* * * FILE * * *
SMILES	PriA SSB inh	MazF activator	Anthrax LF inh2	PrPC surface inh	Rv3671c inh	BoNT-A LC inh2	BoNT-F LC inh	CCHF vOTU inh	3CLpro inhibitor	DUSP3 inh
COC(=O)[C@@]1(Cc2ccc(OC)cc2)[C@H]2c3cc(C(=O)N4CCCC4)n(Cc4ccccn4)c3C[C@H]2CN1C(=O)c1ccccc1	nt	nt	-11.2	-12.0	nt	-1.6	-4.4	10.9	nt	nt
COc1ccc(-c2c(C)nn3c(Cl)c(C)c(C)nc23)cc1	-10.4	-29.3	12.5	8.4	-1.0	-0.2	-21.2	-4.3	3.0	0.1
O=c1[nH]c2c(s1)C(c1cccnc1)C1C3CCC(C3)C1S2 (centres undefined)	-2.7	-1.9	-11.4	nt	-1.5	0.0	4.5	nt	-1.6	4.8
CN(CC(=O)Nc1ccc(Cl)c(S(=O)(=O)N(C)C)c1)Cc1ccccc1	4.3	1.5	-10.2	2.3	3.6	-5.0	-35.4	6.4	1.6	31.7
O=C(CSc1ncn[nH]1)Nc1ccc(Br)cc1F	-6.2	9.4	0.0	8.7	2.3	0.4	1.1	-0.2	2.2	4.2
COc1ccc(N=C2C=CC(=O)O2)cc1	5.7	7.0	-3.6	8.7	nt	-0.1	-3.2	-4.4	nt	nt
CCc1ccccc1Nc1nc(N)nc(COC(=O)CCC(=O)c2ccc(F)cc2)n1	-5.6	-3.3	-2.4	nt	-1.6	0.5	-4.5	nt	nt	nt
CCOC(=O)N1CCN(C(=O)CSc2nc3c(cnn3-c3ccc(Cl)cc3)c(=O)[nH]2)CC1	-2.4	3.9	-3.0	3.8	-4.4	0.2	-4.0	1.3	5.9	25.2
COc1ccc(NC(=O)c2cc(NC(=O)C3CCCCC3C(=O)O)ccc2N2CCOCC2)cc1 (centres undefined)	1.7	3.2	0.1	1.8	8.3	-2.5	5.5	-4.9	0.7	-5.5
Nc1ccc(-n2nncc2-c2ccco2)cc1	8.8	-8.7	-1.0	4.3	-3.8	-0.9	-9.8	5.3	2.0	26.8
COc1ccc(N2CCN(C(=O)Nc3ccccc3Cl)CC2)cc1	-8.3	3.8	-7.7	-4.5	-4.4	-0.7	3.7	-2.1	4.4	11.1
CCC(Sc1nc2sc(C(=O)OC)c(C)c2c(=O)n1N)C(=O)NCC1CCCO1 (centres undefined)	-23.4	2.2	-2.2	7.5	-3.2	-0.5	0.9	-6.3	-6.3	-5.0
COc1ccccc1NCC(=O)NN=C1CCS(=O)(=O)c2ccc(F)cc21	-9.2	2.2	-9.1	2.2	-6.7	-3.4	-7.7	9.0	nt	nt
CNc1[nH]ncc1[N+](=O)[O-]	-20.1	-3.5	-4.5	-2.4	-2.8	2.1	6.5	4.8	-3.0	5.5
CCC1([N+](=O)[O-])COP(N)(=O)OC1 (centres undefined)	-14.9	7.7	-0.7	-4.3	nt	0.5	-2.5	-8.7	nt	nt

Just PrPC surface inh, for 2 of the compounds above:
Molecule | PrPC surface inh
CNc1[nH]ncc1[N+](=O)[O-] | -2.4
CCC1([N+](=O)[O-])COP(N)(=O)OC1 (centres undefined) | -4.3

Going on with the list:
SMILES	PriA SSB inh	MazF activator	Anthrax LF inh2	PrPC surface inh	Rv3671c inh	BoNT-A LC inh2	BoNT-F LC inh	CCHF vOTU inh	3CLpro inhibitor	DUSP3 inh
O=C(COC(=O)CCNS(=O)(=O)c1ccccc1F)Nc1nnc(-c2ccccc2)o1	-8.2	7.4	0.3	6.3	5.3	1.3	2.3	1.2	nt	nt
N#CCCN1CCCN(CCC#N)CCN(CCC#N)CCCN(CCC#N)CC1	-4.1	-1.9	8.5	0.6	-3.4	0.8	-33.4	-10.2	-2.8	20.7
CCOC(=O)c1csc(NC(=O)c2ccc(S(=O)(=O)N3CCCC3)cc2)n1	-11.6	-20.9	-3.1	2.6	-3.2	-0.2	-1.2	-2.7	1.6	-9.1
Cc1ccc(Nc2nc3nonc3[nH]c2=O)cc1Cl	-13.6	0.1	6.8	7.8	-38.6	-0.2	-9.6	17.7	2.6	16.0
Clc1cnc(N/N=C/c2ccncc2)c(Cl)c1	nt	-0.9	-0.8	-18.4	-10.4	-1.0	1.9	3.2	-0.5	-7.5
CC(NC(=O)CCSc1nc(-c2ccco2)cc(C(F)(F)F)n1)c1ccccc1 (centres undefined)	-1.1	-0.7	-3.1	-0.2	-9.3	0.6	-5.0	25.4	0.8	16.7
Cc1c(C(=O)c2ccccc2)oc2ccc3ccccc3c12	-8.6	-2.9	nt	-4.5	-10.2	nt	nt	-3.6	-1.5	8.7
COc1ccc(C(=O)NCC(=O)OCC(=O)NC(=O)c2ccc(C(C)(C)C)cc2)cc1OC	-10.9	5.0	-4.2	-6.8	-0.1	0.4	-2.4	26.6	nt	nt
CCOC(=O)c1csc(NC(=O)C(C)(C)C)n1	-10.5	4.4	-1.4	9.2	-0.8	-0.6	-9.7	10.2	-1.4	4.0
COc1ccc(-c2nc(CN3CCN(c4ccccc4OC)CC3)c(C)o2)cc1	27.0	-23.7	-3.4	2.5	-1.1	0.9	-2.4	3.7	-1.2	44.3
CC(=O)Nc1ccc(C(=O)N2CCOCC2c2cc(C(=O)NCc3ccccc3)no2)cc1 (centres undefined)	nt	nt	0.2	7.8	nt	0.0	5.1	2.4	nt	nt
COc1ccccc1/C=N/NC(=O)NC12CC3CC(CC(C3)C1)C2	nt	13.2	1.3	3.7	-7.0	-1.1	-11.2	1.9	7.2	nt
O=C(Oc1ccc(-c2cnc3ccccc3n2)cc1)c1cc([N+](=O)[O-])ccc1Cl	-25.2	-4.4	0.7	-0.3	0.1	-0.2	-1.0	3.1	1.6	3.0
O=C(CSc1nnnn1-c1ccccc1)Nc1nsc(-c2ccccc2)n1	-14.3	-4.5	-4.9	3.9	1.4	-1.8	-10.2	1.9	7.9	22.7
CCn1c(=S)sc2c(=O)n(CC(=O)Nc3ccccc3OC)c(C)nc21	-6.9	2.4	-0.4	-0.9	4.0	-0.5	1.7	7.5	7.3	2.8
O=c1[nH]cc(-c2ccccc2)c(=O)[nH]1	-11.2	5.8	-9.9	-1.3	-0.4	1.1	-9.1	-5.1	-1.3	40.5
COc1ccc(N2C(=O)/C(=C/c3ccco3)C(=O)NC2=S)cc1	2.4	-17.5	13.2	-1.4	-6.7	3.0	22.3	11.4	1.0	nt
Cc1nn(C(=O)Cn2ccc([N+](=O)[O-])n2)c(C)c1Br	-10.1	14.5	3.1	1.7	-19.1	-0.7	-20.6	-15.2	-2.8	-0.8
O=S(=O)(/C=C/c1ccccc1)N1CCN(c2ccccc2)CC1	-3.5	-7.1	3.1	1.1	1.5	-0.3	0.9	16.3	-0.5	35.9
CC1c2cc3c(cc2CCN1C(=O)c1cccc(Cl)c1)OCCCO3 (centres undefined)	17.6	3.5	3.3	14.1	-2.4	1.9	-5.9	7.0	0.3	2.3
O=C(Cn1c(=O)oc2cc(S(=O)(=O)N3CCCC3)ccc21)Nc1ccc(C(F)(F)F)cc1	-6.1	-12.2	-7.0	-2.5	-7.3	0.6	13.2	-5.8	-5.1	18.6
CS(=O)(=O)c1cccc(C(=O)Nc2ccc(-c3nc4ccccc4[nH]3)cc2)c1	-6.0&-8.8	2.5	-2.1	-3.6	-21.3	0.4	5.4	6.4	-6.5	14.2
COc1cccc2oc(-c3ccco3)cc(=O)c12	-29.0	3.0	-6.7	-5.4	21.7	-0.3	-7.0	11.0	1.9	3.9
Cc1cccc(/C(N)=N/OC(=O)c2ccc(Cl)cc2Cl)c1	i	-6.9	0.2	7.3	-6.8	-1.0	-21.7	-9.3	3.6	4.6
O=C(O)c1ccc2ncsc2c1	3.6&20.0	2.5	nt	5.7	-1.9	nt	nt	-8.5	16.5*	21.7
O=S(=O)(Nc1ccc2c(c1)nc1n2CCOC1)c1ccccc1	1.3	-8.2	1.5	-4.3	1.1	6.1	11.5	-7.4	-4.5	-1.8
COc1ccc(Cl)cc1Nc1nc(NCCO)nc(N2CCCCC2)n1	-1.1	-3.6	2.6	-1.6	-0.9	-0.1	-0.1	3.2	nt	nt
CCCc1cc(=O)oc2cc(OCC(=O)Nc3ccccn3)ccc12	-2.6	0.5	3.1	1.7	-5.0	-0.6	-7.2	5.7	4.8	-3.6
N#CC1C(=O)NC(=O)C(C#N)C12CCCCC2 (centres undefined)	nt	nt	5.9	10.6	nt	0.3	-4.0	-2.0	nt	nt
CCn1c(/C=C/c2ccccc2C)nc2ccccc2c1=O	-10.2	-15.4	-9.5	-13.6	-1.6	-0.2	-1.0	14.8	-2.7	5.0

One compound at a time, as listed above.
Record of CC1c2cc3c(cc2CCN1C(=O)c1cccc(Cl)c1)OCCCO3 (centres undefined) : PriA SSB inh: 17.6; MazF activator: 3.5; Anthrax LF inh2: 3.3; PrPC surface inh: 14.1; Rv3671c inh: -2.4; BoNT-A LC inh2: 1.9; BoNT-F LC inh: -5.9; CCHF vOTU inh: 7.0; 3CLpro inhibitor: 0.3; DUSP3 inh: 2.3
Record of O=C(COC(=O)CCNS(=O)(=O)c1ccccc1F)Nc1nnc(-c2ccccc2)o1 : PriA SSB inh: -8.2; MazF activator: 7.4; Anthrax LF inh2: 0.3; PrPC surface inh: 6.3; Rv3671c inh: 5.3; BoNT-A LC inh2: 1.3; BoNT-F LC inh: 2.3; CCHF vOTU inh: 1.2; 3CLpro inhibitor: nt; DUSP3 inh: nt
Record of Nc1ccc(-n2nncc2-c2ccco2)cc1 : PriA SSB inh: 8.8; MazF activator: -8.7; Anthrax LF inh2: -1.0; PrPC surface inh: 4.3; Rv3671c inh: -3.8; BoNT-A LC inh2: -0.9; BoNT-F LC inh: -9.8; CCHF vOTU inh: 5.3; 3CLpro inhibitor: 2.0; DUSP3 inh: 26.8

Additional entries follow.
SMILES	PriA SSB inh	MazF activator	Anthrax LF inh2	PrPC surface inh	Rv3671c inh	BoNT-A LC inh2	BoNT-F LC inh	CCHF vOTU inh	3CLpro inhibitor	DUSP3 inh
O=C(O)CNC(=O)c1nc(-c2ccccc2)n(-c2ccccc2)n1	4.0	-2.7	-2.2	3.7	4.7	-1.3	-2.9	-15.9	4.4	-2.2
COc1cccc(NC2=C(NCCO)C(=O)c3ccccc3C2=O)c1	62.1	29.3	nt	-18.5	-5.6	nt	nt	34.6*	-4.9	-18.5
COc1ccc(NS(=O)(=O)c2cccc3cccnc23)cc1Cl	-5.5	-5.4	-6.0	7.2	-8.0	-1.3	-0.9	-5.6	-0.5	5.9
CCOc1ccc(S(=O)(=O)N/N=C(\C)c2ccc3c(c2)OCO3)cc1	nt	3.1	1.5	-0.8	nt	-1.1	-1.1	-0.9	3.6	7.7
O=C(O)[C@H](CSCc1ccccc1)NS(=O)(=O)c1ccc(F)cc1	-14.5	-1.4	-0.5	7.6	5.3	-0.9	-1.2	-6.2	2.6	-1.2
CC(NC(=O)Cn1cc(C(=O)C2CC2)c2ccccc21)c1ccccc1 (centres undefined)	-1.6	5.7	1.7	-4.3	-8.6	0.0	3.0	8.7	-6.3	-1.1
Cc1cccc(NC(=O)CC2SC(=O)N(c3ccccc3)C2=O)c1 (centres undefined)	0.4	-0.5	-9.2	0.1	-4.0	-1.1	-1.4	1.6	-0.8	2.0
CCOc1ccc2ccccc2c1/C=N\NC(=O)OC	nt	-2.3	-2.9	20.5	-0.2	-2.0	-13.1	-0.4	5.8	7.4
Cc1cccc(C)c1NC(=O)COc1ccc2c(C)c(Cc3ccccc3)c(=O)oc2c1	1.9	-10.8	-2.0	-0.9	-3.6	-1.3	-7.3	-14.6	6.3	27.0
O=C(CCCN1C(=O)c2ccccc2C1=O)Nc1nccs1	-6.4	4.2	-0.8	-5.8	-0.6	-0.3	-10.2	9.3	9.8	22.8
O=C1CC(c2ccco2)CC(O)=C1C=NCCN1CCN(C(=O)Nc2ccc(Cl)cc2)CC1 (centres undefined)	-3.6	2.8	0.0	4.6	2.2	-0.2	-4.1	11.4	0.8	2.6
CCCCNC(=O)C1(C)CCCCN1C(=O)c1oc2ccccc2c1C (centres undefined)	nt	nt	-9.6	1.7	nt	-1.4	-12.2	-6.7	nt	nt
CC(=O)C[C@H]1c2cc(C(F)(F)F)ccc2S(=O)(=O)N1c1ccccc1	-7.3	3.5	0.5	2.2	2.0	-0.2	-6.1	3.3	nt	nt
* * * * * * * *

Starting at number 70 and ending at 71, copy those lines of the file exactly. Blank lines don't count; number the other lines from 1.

CCCCNC(=O)C1(C)CCCCN1C(=O)c1oc2ccccc2c1C (centres undefined)	nt	nt	-9.6	1.7	nt	-1.4	-12.2	-6.7	nt	nt
CC(=O)C[C@H]1c2cc(C(F)(F)F)ccc2S(=O)(=O)N1c1ccccc1	-7.3	3.5	0.5	2.2	2.0	-0.2	-6.1	3.3	nt	nt